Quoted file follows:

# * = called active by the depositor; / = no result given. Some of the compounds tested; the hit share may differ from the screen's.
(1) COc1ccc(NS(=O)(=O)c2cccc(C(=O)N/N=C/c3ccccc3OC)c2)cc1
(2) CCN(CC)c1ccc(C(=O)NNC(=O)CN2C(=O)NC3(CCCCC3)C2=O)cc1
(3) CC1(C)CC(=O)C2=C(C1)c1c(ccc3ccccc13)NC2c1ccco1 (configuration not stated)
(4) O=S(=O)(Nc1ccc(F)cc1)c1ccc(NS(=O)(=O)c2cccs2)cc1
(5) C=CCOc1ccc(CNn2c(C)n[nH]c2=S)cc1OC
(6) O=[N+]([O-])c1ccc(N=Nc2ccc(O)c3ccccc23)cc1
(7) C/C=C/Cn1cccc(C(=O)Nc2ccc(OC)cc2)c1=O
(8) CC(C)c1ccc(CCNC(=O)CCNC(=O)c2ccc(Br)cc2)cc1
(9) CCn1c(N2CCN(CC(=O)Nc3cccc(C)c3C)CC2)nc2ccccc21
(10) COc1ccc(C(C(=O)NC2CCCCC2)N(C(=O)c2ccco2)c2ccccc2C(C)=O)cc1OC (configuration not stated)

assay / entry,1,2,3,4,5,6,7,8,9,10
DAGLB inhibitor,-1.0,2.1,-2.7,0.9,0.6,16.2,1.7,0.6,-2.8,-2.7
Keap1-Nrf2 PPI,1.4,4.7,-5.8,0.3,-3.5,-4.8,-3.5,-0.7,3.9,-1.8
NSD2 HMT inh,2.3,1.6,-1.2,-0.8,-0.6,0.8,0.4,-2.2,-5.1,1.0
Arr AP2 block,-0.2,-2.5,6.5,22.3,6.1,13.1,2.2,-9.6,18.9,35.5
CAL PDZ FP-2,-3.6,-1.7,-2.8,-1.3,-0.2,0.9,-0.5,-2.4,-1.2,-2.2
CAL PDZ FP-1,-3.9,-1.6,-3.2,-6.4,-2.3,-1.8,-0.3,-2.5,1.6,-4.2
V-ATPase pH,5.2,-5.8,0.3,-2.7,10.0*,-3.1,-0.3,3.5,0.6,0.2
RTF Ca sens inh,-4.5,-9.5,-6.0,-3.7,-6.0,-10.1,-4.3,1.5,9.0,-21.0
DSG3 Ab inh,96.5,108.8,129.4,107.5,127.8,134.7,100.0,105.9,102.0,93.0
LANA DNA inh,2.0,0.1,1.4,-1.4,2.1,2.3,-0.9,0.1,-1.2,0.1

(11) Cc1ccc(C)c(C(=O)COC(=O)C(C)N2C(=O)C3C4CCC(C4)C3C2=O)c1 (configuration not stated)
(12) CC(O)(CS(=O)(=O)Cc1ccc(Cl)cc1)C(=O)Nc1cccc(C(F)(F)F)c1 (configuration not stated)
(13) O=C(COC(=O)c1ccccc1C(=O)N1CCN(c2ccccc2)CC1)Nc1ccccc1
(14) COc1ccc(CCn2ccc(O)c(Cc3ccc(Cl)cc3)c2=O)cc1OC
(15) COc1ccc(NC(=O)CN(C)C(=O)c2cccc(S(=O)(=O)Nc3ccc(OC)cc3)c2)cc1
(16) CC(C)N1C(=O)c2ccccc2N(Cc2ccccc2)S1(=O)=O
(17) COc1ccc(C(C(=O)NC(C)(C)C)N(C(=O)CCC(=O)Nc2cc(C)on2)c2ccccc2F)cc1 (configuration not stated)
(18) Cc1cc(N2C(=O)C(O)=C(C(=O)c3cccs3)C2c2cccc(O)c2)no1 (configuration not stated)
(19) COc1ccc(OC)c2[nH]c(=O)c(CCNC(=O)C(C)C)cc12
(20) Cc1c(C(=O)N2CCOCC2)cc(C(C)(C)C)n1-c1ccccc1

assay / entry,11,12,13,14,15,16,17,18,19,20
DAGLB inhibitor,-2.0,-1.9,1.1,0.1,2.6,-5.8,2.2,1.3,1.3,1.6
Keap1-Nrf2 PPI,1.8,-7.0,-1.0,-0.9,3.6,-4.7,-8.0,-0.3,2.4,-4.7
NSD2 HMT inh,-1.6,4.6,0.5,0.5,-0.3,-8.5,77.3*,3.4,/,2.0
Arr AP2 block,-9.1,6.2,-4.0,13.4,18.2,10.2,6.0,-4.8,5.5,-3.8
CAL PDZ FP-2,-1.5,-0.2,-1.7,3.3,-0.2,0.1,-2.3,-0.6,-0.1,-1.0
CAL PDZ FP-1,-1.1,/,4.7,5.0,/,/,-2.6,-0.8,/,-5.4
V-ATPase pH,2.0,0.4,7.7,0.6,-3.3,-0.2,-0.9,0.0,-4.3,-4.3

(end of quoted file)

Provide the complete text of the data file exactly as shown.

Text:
# * = called active by the depositor; / = no result given. Some of the compounds tested; the hit share may differ from the screen's.
(1) COc1ccc(NS(=O)(=O)c2cccc(C(=O)N/N=C/c3ccccc3OC)c2)cc1
(2) CCN(CC)c1ccc(C(=O)NNC(=O)CN2C(=O)NC3(CCCCC3)C2=O)cc1
(3) CC1(C)CC(=O)C2=C(C1)c1c(ccc3ccccc13)NC2c1ccco1 (configuration not stated)
(4) O=S(=O)(Nc1ccc(F)cc1)c1ccc(NS(=O)(=O)c2cccs2)cc1
(5) C=CCOc1ccc(CNn2c(C)n[nH]c2=S)cc1OC
(6) O=[N+]([O-])c1ccc(N=Nc2ccc(O)c3ccccc23)cc1
(7) C/C=C/Cn1cccc(C(=O)Nc2ccc(OC)cc2)c1=O
(8) CC(C)c1ccc(CCNC(=O)CCNC(=O)c2ccc(Br)cc2)cc1
(9) CCn1c(N2CCN(CC(=O)Nc3cccc(C)c3C)CC2)nc2ccccc21
(10) COc1ccc(C(C(=O)NC2CCCCC2)N(C(=O)c2ccco2)c2ccccc2C(C)=O)cc1OC (configuration not stated)

assay / entry,1,2,3,4,5,6,7,8,9,10
DAGLB inhibitor,-1.0,2.1,-2.7,0.9,0.6,16.2,1.7,0.6,-2.8,-2.7
Keap1-Nrf2 PPI,1.4,4.7,-5.8,0.3,-3.5,-4.8,-3.5,-0.7,3.9,-1.8
NSD2 HMT inh,2.3,1.6,-1.2,-0.8,-0.6,0.8,0.4,-2.2,-5.1,1.0
Arr AP2 block,-0.2,-2.5,6.5,22.3,6.1,13.1,2.2,-9.6,18.9,35.5
CAL PDZ FP-2,-3.6,-1.7,-2.8,-1.3,-0.2,0.9,-0.5,-2.4,-1.2,-2.2
CAL PDZ FP-1,-3.9,-1.6,-3.2,-6.4,-2.3,-1.8,-0.3,-2.5,1.6,-4.2
V-ATPase pH,5.2,-5.8,0.3,-2.7,10.0*,-3.1,-0.3,3.5,0.6,0.2
RTF Ca sens inh,-4.5,-9.5,-6.0,-3.7,-6.0,-10.1,-4.3,1.5,9.0,-21.0
DSG3 Ab inh,96.5,108.8,129.4,107.5,127.8,134.7,100.0,105.9,102.0,93.0
LANA DNA inh,2.0,0.1,1.4,-1.4,2.1,2.3,-0.9,0.1,-1.2,0.1

(11) Cc1ccc(C)c(C(=O)COC(=O)C(C)N2C(=O)C3C4CCC(C4)C3C2=O)c1 (configuration not stated)
(12) CC(O)(CS(=O)(=O)Cc1ccc(Cl)cc1)C(=O)Nc1cccc(C(F)(F)F)c1 (configuration not stated)
(13) O=C(COC(=O)c1ccccc1C(=O)N1CCN(c2ccccc2)CC1)Nc1ccccc1
(14) COc1ccc(CCn2ccc(O)c(Cc3ccc(Cl)cc3)c2=O)cc1OC
(15) COc1ccc(NC(=O)CN(C)C(=O)c2cccc(S(=O)(=O)Nc3ccc(OC)cc3)c2)cc1
(16) CC(C)N1C(=O)c2ccccc2N(Cc2ccccc2)S1(=O)=O
(17) COc1ccc(C(C(=O)NC(C)(C)C)N(C(=O)CCC(=O)Nc2cc(C)on2)c2ccccc2F)cc1 (configuration not stated)
(18) Cc1cc(N2C(=O)C(O)=C(C(=O)c3cccs3)C2c2cccc(O)c2)no1 (configuration not stated)
(19) COc1ccc(OC)c2[nH]c(=O)c(CCNC(=O)C(C)C)cc12
(20) Cc1c(C(=O)N2CCOCC2)cc(C(C)(C)C)n1-c1ccccc1

assay / entry,11,12,13,14,15,16,17,18,19,20
DAGLB inhibitor,-2.0,-1.9,1.1,0.1,2.6,-5.8,2.2,1.3,1.3,1.6
Keap1-Nrf2 PPI,1.8,-7.0,-1.0,-0.9,3.6,-4.7,-8.0,-0.3,2.4,-4.7
NSD2 HMT inh,-1.6,4.6,0.5,0.5,-0.3,-8.5,77.3*,3.4,/,2.0
Arr AP2 block,-9.1,6.2,-4.0,13.4,18.2,10.2,6.0,-4.8,5.5,-3.8
CAL PDZ FP-2,-1.5,-0.2,-1.7,3.3,-0.2,0.1,-2.3,-0.6,-0.1,-1.0
CAL PDZ FP-1,-1.1,/,4.7,5.0,/,/,-2.6,-0.8,/,-5.4
V-ATPase pH,2.0,0.4,7.7,0.6,-3.3,-0.2,-0.9,0.0,-4.3,-4.3